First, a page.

Just like anything performance-related or outboard-related, jack plates can seem intimidating, especially if technical details aren’t your thing. The fact is though that you should still be able to enjoy your boat, the water, fishing, and top performance from your outboard even if you’re not a gear head. We’re all about making it more accessible, so in our latest Customer Q&A, we’re answering the top questions we get about jack plates and how to choose a jack for an outboard motor.
Customer Q&A: How Do I Choose a Jack Plate for an Outboard Motor?
Why Do I Need a Jack Plate on My Boat?
Simply put, people started adding jack plates to reduce inefficiencies created between the underside of a motor boat and its propeller. A propeller has to fight to reach peak performance, and jack plates were designed to add distance between the transom and the propeller, thus providing an optimal spot where the propeller fights less and pushes the boat forward more.
Over time, jack plates also came with added benefits for many anglers, like those who fish shallow water. By adding a jack plate, you could go beyond your tilt and trim to get another 6 inches or so of vertical lift, yielding better outboard performance and safer use of your lower unit in skinny water.
What is a Jack Plate Setback?
The setback is the distance from where the jack plate mounts on the boat (the transom) to where it mounts to the motor.
On Luke's boat in the video, he has a 14" jack plate, which is the biggest setback T-H Marine makes. Your boat may not need a 14" setback though, so T-H marine makes a range of setbacks on our jack plates. This range includes 4", 6", 8", 10", and 12" setbacks for both types of jack plates as well as the 14” setback that is only available on hydraulic models.
What Jack Plate Setback Do I Need for My Boat?
In most cases, especially if you're about to order that boat of your dreams, your boat's manufacturer suggests a certain jack plate size. This is because they've got it dialed in and know what performance you'll get. You can reach out to dealers to get that information, but as a general rule, the longer the boat is, the farther back away from that transom you’ll want your outboard to be because you've got a lot more length creating that turbulence.
For a few examples, consider the general guidance below:
For Boats 20’ and Longer: Use a 10” jack plate
For Boats Just Under 20’ Long: Use a 6” or 8” jack plate
* For Boats Under 18’ Long: Use a 4” jack plate
* Although our general guidance suggests 4” jack plates for boats under 18’ long, like small aluminum boats and duck boats, 4” jack plates can also be a great fit for the 17’, 18’, and 19’ inshore boats used for chasing redfish. This is because T-H Marine’s 4” plates are compact, lightweight, and ready for mounting shallow water anchors, just like our bigger plates.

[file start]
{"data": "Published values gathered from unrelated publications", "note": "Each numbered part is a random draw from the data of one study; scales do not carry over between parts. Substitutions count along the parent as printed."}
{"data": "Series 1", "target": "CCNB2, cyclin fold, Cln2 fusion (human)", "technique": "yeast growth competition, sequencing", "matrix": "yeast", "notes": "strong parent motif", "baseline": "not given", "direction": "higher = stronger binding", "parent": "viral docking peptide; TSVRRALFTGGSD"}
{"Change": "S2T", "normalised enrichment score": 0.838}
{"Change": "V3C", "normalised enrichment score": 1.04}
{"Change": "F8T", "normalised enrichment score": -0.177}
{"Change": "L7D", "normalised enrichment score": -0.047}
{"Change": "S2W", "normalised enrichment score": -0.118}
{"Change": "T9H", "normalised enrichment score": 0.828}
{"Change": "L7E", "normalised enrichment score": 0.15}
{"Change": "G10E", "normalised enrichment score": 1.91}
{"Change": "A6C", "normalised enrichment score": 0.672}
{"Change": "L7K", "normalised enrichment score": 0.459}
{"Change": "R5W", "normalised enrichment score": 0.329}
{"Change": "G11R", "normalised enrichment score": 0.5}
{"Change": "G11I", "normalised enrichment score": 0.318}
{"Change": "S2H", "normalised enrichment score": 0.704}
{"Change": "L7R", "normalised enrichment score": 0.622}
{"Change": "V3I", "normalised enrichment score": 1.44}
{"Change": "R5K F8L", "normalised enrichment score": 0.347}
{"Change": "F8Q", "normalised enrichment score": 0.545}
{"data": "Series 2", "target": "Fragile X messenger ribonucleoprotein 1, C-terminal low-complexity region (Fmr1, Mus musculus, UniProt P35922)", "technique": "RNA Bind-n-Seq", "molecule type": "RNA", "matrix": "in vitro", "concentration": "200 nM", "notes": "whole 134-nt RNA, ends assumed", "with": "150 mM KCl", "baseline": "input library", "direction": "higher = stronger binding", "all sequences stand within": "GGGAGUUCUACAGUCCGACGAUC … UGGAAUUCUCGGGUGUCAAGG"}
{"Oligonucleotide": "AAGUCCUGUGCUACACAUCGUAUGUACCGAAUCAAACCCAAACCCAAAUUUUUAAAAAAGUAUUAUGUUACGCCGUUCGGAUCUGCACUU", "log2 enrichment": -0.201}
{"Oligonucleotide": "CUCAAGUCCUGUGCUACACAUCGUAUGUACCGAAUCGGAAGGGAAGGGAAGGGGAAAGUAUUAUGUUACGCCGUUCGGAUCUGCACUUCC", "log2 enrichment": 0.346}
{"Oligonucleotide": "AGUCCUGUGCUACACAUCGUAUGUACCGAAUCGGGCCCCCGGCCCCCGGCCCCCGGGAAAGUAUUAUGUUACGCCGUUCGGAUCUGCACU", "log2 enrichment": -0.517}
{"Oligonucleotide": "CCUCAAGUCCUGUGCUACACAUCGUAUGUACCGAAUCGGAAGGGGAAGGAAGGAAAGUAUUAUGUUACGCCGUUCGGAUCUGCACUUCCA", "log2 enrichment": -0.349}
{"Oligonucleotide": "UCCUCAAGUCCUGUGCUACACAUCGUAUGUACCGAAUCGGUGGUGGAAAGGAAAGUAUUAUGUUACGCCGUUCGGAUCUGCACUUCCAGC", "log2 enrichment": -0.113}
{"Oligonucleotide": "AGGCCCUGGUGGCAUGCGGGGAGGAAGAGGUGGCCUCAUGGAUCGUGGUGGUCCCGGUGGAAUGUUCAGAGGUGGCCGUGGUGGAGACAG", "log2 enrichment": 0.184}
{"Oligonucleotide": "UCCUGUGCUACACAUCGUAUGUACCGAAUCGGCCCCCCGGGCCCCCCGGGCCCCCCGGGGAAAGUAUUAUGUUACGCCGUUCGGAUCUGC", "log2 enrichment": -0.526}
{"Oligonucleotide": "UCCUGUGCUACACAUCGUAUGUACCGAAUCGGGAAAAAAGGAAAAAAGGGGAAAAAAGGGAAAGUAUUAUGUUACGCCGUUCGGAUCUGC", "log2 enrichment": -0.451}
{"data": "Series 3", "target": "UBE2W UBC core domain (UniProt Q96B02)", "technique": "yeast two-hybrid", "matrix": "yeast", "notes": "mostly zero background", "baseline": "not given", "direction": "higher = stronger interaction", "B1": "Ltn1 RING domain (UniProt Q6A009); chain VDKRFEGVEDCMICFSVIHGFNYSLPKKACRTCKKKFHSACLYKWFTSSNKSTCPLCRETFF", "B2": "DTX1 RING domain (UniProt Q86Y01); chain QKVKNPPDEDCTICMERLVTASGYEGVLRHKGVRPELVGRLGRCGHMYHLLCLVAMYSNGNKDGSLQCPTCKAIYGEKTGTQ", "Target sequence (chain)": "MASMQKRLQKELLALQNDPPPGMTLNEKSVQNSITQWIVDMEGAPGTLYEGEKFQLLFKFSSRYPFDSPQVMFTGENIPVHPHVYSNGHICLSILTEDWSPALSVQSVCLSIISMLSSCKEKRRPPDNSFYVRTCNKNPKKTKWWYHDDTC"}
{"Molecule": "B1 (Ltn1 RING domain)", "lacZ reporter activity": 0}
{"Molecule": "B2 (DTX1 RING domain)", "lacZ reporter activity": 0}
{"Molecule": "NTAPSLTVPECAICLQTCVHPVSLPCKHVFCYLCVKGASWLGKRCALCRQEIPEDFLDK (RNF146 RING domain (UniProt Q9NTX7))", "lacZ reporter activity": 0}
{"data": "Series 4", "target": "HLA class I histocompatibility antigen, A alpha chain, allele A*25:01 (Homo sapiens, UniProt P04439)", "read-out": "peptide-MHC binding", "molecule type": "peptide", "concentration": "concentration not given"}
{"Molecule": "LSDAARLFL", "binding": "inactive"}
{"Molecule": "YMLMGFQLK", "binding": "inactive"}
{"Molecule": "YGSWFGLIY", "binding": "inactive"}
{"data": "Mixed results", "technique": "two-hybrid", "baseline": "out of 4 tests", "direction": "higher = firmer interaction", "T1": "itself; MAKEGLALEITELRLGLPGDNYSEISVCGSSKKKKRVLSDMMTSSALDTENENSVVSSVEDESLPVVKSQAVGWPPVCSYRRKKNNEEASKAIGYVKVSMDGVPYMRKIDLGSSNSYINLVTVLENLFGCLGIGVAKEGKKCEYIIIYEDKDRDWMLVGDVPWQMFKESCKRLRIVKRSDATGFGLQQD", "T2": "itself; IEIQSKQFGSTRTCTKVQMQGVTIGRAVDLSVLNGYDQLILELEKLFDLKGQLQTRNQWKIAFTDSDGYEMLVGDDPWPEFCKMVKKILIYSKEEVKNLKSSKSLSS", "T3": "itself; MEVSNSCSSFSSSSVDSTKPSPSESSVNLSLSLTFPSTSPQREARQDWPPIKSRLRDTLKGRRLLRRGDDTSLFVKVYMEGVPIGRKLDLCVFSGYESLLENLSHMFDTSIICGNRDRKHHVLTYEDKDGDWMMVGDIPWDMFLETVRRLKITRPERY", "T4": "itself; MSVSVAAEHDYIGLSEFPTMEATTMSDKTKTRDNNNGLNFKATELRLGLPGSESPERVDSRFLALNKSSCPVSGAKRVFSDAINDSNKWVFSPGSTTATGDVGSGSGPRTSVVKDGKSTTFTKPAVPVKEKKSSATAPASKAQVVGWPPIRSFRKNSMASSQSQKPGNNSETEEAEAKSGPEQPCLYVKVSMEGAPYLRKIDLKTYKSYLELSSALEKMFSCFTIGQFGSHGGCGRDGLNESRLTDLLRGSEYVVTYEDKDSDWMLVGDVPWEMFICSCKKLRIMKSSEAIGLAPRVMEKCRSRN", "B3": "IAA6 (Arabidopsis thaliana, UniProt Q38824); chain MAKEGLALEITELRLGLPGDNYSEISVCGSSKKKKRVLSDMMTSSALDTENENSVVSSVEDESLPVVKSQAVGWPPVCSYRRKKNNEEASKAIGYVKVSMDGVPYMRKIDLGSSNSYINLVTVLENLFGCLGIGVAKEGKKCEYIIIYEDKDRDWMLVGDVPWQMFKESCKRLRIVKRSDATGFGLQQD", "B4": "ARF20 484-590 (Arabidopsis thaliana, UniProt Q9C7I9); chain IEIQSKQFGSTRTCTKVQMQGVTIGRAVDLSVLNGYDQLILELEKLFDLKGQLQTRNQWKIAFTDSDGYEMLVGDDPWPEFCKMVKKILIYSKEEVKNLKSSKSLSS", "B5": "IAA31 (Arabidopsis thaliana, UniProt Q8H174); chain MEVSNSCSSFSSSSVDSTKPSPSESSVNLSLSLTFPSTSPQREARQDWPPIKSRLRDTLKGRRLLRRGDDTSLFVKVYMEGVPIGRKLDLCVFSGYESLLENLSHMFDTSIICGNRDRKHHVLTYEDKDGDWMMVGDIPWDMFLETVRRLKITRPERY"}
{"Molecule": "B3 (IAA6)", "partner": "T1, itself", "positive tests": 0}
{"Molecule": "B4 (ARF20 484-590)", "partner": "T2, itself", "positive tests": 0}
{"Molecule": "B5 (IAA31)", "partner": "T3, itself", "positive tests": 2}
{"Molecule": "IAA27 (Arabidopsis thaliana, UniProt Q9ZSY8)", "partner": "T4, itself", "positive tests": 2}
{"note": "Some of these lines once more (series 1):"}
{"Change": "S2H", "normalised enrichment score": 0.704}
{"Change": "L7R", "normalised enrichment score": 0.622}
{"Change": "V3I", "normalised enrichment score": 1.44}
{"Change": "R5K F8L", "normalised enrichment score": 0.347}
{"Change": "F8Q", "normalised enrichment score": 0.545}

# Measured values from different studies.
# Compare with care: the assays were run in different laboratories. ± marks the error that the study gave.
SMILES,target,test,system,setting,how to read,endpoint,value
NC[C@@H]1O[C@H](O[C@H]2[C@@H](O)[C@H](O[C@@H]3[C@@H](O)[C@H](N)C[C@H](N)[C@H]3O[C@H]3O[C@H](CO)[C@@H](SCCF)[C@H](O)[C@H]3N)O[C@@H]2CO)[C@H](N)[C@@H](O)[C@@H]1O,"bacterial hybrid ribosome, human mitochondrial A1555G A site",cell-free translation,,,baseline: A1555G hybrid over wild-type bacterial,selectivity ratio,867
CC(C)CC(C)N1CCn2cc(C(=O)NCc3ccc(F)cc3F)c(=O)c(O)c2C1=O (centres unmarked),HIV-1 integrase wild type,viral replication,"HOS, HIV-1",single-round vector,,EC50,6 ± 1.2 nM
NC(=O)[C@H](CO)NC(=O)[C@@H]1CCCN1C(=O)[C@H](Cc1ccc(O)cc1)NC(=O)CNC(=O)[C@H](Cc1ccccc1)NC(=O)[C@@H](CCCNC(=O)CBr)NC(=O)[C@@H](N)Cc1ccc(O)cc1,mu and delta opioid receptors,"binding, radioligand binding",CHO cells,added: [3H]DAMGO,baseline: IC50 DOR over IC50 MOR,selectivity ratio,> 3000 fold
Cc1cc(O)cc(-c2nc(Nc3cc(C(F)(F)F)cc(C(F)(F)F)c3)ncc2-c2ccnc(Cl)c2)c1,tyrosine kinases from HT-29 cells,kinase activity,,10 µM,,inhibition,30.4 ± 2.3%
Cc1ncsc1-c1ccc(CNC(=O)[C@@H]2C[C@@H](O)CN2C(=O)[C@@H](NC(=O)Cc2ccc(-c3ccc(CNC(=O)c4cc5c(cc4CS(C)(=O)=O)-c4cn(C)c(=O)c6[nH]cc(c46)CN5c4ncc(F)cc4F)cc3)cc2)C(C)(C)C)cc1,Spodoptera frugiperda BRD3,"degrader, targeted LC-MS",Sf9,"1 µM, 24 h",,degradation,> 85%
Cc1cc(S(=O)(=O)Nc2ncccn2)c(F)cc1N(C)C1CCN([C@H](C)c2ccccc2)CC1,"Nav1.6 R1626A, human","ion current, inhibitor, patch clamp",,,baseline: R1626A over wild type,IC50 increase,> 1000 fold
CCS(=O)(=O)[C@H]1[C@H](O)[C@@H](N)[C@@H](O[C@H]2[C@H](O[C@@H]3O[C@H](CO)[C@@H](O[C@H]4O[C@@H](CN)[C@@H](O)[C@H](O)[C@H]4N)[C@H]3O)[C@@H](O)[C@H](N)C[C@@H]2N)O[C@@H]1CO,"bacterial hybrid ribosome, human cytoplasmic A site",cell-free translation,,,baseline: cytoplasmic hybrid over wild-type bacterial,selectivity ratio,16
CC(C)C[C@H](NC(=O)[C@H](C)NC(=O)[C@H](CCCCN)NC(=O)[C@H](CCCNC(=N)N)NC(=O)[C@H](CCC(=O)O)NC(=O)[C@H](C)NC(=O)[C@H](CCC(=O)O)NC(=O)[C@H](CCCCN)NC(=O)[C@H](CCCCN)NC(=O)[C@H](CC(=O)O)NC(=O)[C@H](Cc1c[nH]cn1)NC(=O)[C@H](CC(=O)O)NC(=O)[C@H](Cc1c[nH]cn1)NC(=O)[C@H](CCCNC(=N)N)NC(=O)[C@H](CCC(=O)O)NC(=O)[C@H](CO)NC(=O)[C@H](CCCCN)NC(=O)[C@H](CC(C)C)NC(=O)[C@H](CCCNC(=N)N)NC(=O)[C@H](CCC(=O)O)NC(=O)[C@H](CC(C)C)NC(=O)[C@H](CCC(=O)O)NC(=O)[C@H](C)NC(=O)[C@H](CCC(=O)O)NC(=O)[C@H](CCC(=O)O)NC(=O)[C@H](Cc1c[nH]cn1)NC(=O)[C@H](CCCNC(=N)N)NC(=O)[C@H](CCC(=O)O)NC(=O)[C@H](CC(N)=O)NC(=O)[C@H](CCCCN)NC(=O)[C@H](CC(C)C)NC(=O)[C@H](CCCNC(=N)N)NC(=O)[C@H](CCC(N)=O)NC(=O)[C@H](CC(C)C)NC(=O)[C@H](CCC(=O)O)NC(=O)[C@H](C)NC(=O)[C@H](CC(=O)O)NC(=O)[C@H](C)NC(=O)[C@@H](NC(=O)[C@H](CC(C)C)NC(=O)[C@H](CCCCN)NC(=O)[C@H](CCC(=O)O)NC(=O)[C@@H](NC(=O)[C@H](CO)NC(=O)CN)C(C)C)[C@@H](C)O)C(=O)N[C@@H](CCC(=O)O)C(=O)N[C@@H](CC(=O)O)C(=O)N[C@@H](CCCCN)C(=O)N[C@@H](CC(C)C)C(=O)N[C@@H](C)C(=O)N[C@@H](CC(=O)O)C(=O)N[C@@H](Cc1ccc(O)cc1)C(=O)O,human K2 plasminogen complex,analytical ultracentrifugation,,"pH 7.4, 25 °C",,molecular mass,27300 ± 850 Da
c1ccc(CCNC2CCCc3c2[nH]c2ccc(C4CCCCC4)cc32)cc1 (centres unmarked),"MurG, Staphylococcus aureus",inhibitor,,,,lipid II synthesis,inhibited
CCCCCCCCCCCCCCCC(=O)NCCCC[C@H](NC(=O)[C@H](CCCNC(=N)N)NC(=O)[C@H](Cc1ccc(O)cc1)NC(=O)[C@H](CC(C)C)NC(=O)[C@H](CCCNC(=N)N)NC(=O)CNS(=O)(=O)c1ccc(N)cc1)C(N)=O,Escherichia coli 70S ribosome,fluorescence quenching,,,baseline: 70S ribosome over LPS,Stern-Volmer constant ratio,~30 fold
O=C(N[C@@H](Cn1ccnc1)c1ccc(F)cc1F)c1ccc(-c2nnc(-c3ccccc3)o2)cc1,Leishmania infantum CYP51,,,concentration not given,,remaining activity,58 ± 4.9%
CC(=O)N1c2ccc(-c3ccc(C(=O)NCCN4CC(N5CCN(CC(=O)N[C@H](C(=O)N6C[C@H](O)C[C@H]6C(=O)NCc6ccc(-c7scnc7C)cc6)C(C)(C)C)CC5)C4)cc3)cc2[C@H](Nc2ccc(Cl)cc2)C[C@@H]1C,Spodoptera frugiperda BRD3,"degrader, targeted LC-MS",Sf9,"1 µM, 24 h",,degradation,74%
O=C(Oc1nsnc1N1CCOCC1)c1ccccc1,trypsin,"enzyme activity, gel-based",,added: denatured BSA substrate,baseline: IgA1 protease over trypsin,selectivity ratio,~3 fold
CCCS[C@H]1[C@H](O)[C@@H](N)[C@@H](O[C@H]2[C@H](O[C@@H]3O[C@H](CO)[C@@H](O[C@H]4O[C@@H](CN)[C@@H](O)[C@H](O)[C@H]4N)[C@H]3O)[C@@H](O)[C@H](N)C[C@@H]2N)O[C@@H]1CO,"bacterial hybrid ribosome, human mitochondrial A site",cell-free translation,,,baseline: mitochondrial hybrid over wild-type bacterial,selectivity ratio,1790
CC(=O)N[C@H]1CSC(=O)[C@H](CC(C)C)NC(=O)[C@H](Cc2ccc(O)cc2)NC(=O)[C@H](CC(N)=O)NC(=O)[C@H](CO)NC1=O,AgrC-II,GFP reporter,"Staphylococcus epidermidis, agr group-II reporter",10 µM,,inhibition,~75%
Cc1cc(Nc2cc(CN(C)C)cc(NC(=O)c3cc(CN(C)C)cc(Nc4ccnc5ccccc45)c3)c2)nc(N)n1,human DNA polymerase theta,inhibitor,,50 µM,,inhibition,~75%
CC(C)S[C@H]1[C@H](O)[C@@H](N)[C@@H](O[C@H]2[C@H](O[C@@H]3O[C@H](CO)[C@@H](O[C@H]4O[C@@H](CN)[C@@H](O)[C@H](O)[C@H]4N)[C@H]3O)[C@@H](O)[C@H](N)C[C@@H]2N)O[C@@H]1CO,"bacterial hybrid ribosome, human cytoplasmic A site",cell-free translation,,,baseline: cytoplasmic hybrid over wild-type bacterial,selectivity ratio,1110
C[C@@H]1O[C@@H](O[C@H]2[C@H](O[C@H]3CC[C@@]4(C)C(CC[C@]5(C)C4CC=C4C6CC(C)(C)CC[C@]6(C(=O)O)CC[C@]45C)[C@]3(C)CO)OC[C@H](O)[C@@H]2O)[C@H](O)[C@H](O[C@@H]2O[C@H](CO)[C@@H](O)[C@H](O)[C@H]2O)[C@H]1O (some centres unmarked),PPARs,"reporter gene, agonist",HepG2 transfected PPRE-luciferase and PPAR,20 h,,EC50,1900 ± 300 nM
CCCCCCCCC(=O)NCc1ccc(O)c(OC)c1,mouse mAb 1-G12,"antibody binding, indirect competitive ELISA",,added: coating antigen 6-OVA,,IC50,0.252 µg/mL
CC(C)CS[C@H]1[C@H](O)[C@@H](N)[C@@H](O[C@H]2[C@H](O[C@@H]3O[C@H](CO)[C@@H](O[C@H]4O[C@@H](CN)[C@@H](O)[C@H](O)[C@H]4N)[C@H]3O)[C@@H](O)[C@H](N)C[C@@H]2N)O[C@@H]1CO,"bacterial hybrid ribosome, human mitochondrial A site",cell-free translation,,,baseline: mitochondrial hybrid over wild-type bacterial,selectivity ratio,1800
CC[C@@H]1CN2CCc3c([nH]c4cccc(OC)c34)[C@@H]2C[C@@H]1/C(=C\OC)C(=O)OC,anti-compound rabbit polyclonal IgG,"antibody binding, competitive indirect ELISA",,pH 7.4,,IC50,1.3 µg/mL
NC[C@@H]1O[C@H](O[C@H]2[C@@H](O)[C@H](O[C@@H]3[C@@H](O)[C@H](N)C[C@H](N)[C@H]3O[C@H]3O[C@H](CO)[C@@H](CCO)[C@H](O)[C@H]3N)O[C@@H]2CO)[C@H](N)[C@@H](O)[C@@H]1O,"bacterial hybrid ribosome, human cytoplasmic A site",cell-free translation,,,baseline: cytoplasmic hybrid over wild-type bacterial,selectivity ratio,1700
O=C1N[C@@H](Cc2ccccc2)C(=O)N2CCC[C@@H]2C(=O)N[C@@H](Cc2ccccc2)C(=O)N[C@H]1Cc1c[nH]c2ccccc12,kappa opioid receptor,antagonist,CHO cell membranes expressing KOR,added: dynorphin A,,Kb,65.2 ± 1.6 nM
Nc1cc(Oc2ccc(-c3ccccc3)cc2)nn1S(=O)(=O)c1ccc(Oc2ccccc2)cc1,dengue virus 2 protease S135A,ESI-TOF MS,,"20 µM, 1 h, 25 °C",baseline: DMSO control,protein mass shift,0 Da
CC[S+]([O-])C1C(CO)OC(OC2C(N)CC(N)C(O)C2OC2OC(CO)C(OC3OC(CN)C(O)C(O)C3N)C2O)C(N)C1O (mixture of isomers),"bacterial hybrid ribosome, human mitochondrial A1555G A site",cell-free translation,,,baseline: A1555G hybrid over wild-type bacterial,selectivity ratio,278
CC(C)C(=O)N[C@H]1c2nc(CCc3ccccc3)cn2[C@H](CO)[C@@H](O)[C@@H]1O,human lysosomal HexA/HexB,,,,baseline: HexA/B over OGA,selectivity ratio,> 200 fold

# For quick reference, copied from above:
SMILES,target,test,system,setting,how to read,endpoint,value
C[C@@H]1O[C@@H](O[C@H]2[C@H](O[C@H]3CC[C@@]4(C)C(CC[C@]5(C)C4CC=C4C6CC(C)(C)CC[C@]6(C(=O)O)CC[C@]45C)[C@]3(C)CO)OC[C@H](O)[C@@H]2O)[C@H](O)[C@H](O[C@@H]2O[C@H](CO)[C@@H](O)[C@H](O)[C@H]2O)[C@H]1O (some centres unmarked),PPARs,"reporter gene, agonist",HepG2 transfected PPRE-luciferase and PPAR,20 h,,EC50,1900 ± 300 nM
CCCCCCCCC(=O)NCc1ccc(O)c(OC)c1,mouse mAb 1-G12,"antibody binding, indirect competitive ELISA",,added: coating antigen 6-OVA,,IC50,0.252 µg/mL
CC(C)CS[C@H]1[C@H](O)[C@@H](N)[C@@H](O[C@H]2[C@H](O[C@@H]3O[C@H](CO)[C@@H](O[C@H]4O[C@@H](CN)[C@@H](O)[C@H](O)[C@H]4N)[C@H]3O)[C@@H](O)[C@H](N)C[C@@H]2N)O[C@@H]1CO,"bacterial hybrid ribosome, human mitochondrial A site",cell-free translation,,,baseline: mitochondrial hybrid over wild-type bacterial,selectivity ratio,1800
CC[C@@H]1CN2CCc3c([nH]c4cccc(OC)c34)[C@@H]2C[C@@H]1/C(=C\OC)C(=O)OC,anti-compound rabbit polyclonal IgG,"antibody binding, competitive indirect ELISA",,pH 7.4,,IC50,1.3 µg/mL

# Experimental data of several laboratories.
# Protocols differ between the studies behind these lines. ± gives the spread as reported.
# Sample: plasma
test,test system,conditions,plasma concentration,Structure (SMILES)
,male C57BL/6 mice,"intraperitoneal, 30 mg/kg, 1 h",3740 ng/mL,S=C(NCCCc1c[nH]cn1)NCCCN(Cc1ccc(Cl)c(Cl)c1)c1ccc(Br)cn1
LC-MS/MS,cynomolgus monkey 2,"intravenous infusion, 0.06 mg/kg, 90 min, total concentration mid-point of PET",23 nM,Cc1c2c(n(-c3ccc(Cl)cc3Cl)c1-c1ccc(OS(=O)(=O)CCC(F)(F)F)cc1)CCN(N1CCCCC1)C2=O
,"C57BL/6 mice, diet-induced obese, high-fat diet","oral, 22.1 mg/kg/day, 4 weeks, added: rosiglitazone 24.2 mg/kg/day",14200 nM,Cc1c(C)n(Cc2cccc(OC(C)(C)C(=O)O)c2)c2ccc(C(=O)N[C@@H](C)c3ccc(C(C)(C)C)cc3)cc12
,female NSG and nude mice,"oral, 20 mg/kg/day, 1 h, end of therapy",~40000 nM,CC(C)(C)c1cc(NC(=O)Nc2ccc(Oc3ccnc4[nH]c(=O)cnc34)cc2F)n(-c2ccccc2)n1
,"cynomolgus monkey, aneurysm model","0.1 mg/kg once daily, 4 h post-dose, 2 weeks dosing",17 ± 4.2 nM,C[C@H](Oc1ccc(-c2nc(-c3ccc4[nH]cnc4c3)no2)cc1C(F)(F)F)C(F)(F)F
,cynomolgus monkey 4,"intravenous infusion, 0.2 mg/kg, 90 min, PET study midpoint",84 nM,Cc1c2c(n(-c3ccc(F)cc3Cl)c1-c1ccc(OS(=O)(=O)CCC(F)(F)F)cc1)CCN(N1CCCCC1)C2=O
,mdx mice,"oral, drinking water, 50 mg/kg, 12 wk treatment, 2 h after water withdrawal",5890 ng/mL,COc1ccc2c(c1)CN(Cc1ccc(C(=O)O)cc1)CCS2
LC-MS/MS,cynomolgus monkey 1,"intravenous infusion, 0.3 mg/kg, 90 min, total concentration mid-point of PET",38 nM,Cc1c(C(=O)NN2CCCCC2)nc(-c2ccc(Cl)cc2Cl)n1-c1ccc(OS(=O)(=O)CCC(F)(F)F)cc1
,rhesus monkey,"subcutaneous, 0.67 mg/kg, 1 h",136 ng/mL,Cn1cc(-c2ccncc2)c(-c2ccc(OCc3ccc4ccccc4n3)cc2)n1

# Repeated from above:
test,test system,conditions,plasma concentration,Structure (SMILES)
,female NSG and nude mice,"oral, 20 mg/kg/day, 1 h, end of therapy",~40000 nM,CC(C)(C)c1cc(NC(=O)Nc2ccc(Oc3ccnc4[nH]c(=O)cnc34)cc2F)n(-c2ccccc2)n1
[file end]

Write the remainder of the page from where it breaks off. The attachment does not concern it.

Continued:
What’s the Difference Between a Manual Jack Plate and a Hydraulic Jack Plate?
Manual jack plates and hydraulic jack plates have the same core purpose, but the difference comes down to adjustability and how you can make those adjustments.
Manual Jack Plates: With manual jack plates like the Z-LOCK Manual Jack Plate, you basically test some heights, set it, and forget it. To put the jack plate in the sweet spot where you need it, you’ll want to take the boat in and out of the water a few times, make some height adjustments, see where it performs best, and lock it in with a wrench.
Hydraulic Jack Plates: This is what you need if you want to be able to adjust your jack plate and tune your performance on the fly. When you have a unit like the Atlas Hydraulic Jack Plate, you can make all these adjustments with the push of a button (or the flick of a lever if you have a FingerFlex Blinker Trim installed).
Height Adjustments: As just one example of why you might do adjust the height settings on your jack plate, there may be more chop on the water one day and more current, so fine tuning your jack plate will help you get the most out of your motor. Then, when you go in shallow water, you can jack it up to help you get on plane quicker, even if you’re only in one foot of water.
Will a Jack Plate Improve My Boat’s Performance?
If you're going from having your outboard mounted directly to the transom of your boat, adding any jack plate will improve your outboard's performance big time. You'll see a definite increase in top end speed and you’re likely to see plenty of other benefits, too.
You'll also see a big difference when going from a manual jack plate to a hydraulic one. Being able to fine-tune will give you peak performance every time you're on the water.
Where Can I Buy a Jack Plate for My Outboard Motor?
T-H Marine is known as the top jack plate manufacturer in the marine industry and we take pride in backing up that reputation with quality, innovation, and ease of use. We’re incredibly thankful for the demand that’s built over the years, and proud to make our plates available through a wide variety of channels. This includes just about every boat manufacturer and dealer out there, as well as offering them on our website and a variety of others.
Beyond those factors built into the product itself, we’re also happy to provide the information you need to find the best jack plate for your outboard motor. If you’re ready to shop jack plates, you can hit the link below, but if you have a jack plate question that wasn’t answered in this guide, we welcome you to write with your questions, too!